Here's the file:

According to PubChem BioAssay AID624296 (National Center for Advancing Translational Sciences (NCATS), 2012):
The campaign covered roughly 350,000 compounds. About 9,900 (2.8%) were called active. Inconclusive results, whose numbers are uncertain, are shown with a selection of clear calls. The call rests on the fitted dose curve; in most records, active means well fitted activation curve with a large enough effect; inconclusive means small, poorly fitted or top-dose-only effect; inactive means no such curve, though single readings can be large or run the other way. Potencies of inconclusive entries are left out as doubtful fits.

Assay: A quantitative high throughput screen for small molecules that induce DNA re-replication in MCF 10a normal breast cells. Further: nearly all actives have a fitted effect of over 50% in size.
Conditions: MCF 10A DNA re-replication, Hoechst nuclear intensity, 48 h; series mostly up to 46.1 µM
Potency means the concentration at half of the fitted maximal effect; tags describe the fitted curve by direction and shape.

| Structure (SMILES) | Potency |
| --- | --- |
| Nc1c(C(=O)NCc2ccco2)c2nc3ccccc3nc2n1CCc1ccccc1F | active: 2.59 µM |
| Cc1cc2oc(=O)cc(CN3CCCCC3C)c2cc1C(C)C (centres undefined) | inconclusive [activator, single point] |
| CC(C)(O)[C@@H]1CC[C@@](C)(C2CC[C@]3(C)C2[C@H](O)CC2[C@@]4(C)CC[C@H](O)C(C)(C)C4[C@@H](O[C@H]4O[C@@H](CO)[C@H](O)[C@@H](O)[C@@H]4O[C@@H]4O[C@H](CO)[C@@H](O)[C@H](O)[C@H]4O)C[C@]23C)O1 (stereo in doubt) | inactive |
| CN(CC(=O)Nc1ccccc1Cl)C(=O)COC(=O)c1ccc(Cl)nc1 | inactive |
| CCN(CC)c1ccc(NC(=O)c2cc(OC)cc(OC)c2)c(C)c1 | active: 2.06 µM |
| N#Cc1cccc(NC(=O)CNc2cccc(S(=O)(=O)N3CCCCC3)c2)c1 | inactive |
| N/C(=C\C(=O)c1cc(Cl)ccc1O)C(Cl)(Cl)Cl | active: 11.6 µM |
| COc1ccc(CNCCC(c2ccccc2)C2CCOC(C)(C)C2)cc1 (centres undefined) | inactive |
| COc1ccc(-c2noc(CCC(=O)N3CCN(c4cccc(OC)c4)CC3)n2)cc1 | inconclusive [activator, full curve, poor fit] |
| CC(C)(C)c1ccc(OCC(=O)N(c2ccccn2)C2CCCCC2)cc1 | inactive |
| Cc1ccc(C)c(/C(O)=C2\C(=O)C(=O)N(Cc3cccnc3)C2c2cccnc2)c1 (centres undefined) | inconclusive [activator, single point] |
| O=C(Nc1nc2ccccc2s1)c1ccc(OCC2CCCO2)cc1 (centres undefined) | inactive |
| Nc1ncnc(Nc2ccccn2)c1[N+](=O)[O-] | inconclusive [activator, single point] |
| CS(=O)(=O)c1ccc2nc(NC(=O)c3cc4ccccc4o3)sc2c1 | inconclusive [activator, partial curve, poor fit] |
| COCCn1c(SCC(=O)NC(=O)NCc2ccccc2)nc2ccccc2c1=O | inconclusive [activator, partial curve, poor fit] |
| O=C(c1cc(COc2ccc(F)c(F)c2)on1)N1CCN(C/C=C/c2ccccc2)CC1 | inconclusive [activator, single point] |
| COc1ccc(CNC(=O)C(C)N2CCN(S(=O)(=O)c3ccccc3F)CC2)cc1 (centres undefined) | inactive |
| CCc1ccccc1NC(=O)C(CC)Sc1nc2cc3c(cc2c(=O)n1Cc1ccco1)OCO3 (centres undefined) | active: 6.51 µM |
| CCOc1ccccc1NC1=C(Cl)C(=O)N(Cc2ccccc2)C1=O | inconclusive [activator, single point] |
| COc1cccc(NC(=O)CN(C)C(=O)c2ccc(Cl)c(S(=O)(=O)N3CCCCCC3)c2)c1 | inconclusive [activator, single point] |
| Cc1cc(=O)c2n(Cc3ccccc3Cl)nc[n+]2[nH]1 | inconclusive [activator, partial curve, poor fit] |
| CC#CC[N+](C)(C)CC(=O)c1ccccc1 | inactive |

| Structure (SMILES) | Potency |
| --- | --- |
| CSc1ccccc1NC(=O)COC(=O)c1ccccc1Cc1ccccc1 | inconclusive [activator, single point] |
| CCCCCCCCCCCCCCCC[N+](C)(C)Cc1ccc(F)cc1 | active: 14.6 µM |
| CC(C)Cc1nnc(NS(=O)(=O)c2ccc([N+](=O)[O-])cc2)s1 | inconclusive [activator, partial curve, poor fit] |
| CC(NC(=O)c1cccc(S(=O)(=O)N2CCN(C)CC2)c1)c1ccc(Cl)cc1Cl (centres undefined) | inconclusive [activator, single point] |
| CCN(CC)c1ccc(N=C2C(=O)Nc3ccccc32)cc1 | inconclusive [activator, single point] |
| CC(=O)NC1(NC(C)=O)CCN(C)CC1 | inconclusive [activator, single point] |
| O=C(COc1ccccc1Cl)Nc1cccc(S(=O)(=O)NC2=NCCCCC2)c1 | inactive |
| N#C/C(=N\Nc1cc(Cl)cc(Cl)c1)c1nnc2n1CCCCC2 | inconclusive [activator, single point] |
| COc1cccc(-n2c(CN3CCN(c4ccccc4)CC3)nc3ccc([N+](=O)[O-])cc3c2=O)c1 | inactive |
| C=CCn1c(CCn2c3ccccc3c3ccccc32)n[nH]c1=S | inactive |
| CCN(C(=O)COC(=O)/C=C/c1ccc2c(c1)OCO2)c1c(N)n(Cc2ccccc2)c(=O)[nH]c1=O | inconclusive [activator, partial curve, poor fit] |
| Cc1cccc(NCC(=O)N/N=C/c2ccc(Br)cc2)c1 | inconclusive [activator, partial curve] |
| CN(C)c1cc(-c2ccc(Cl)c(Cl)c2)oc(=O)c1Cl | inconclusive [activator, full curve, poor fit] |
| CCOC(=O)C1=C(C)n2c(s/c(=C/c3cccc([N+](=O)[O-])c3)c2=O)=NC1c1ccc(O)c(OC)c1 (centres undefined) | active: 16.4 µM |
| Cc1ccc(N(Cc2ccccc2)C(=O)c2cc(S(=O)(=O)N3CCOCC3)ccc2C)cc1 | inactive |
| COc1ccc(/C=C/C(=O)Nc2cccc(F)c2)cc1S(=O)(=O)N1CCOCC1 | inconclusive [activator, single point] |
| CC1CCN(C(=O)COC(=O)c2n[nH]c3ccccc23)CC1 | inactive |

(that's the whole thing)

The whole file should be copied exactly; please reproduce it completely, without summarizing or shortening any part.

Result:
According to PubChem BioAssay AID624296 (National Center for Advancing Translational Sciences (NCATS), 2012):
The campaign covered roughly 350,000 compounds. About 9,900 (2.8%) were called active. Inconclusive results, whose numbers are uncertain, are shown with a selection of clear calls. The call rests on the fitted dose curve; in most records, active means well fitted activation curve with a large enough effect; inconclusive means small, poorly fitted or top-dose-only effect; inactive means no such curve, though single readings can be large or run the other way. Potencies of inconclusive entries are left out as doubtful fits.

Assay: A quantitative high throughput screen for small molecules that induce DNA re-replication in MCF 10a normal breast cells. Further: nearly all actives have a fitted effect of over 50% in size.
Conditions: MCF 10A DNA re-replication, Hoechst nuclear intensity, 48 h; series mostly up to 46.1 µM
Potency means the concentration at half of the fitted maximal effect; tags describe the fitted curve by direction and shape.

| Structure (SMILES) | Potency |
| --- | --- |
| Nc1c(C(=O)NCc2ccco2)c2nc3ccccc3nc2n1CCc1ccccc1F | active: 2.59 µM |
| Cc1cc2oc(=O)cc(CN3CCCCC3C)c2cc1C(C)C (centres undefined) | inconclusive [activator, single point] |
| CC(C)(O)[C@@H]1CC[C@@](C)(C2CC[C@]3(C)C2[C@H](O)CC2[C@@]4(C)CC[C@H](O)C(C)(C)C4[C@@H](O[C@H]4O[C@@H](CO)[C@H](O)[C@@H](O)[C@@H]4O[C@@H]4O[C@H](CO)[C@@H](O)[C@H](O)[C@H]4O)C[C@]23C)O1 (stereo in doubt) | inactive |
| CN(CC(=O)Nc1ccccc1Cl)C(=O)COC(=O)c1ccc(Cl)nc1 | inactive |
| CCN(CC)c1ccc(NC(=O)c2cc(OC)cc(OC)c2)c(C)c1 | active: 2.06 µM |
| N#Cc1cccc(NC(=O)CNc2cccc(S(=O)(=O)N3CCCCC3)c2)c1 | inactive |
| N/C(=C\C(=O)c1cc(Cl)ccc1O)C(Cl)(Cl)Cl | active: 11.6 µM |
| COc1ccc(CNCCC(c2ccccc2)C2CCOC(C)(C)C2)cc1 (centres undefined) | inactive |
| COc1ccc(-c2noc(CCC(=O)N3CCN(c4cccc(OC)c4)CC3)n2)cc1 | inconclusive [activator, full curve, poor fit] |
| CC(C)(C)c1ccc(OCC(=O)N(c2ccccn2)C2CCCCC2)cc1 | inactive |
| Cc1ccc(C)c(/C(O)=C2\C(=O)C(=O)N(Cc3cccnc3)C2c2cccnc2)c1 (centres undefined) | inconclusive [activator, single point] |
| O=C(Nc1nc2ccccc2s1)c1ccc(OCC2CCCO2)cc1 (centres undefined) | inactive |
| Nc1ncnc(Nc2ccccn2)c1[N+](=O)[O-] | inconclusive [activator, single point] |
| CS(=O)(=O)c1ccc2nc(NC(=O)c3cc4ccccc4o3)sc2c1 | inconclusive [activator, partial curve, poor fit] |
| COCCn1c(SCC(=O)NC(=O)NCc2ccccc2)nc2ccccc2c1=O | inconclusive [activator, partial curve, poor fit] |
| O=C(c1cc(COc2ccc(F)c(F)c2)on1)N1CCN(C/C=C/c2ccccc2)CC1 | inconclusive [activator, single point] |
| COc1ccc(CNC(=O)C(C)N2CCN(S(=O)(=O)c3ccccc3F)CC2)cc1 (centres undefined) | inactive |
| CCc1ccccc1NC(=O)C(CC)Sc1nc2cc3c(cc2c(=O)n1Cc1ccco1)OCO3 (centres undefined) | active: 6.51 µM |
| CCOc1ccccc1NC1=C(Cl)C(=O)N(Cc2ccccc2)C1=O | inconclusive [activator, single point] |
| COc1cccc(NC(=O)CN(C)C(=O)c2ccc(Cl)c(S(=O)(=O)N3CCCCCC3)c2)c1 | inconclusive [activator, single point] |
| Cc1cc(=O)c2n(Cc3ccccc3Cl)nc[n+]2[nH]1 | inconclusive [activator, partial curve, poor fit] |
| CC#CC[N+](C)(C)CC(=O)c1ccccc1 | inactive |

| Structure (SMILES) | Potency |
| --- | --- |
| CSc1ccccc1NC(=O)COC(=O)c1ccccc1Cc1ccccc1 | inconclusive [activator, single point] |
| CCCCCCCCCCCCCCCC[N+](C)(C)Cc1ccc(F)cc1 | active: 14.6 µM |
| CC(C)Cc1nnc(NS(=O)(=O)c2ccc([N+](=O)[O-])cc2)s1 | inconclusive [activator, partial curve, poor fit] |
| CC(NC(=O)c1cccc(S(=O)(=O)N2CCN(C)CC2)c1)c1ccc(Cl)cc1Cl (centres undefined) | inconclusive [activator, single point] |
| CCN(CC)c1ccc(N=C2C(=O)Nc3ccccc32)cc1 | inconclusive [activator, single point] |
| CC(=O)NC1(NC(C)=O)CCN(C)CC1 | inconclusive [activator, single point] |
| O=C(COc1ccccc1Cl)Nc1cccc(S(=O)(=O)NC2=NCCCCC2)c1 | inactive |
| N#C/C(=N\Nc1cc(Cl)cc(Cl)c1)c1nnc2n1CCCCC2 | inconclusive [activator, single point] |
| COc1cccc(-n2c(CN3CCN(c4ccccc4)CC3)nc3ccc([N+](=O)[O-])cc3c2=O)c1 | inactive |
| C=CCn1c(CCn2c3ccccc3c3ccccc32)n[nH]c1=S | inactive |
| CCN(C(=O)COC(=O)/C=C/c1ccc2c(c1)OCO2)c1c(N)n(Cc2ccccc2)c(=O)[nH]c1=O | inconclusive [activator, partial curve, poor fit] |
| Cc1cccc(NCC(=O)N/N=C/c2ccc(Br)cc2)c1 | inconclusive [activator, partial curve] |
| CN(C)c1cc(-c2ccc(Cl)c(Cl)c2)oc(=O)c1Cl | inconclusive [activator, full curve, poor fit] |
| CCOC(=O)C1=C(C)n2c(s/c(=C/c3cccc([N+](=O)[O-])c3)c2=O)=NC1c1ccc(O)c(OC)c1 (centres undefined) | active: 16.4 µM |
| Cc1ccc(N(Cc2ccccc2)C(=O)c2cc(S(=O)(=O)N3CCOCC3)ccc2C)cc1 | inactive |
| COc1ccc(/C=C/C(=O)Nc2cccc(F)c2)cc1S(=O)(=O)N1CCOCC1 | inconclusive [activator, single point] |
| CC1CCN(C(=O)COC(=O)c2n[nH]c3ccccc23)CC1 | inactive |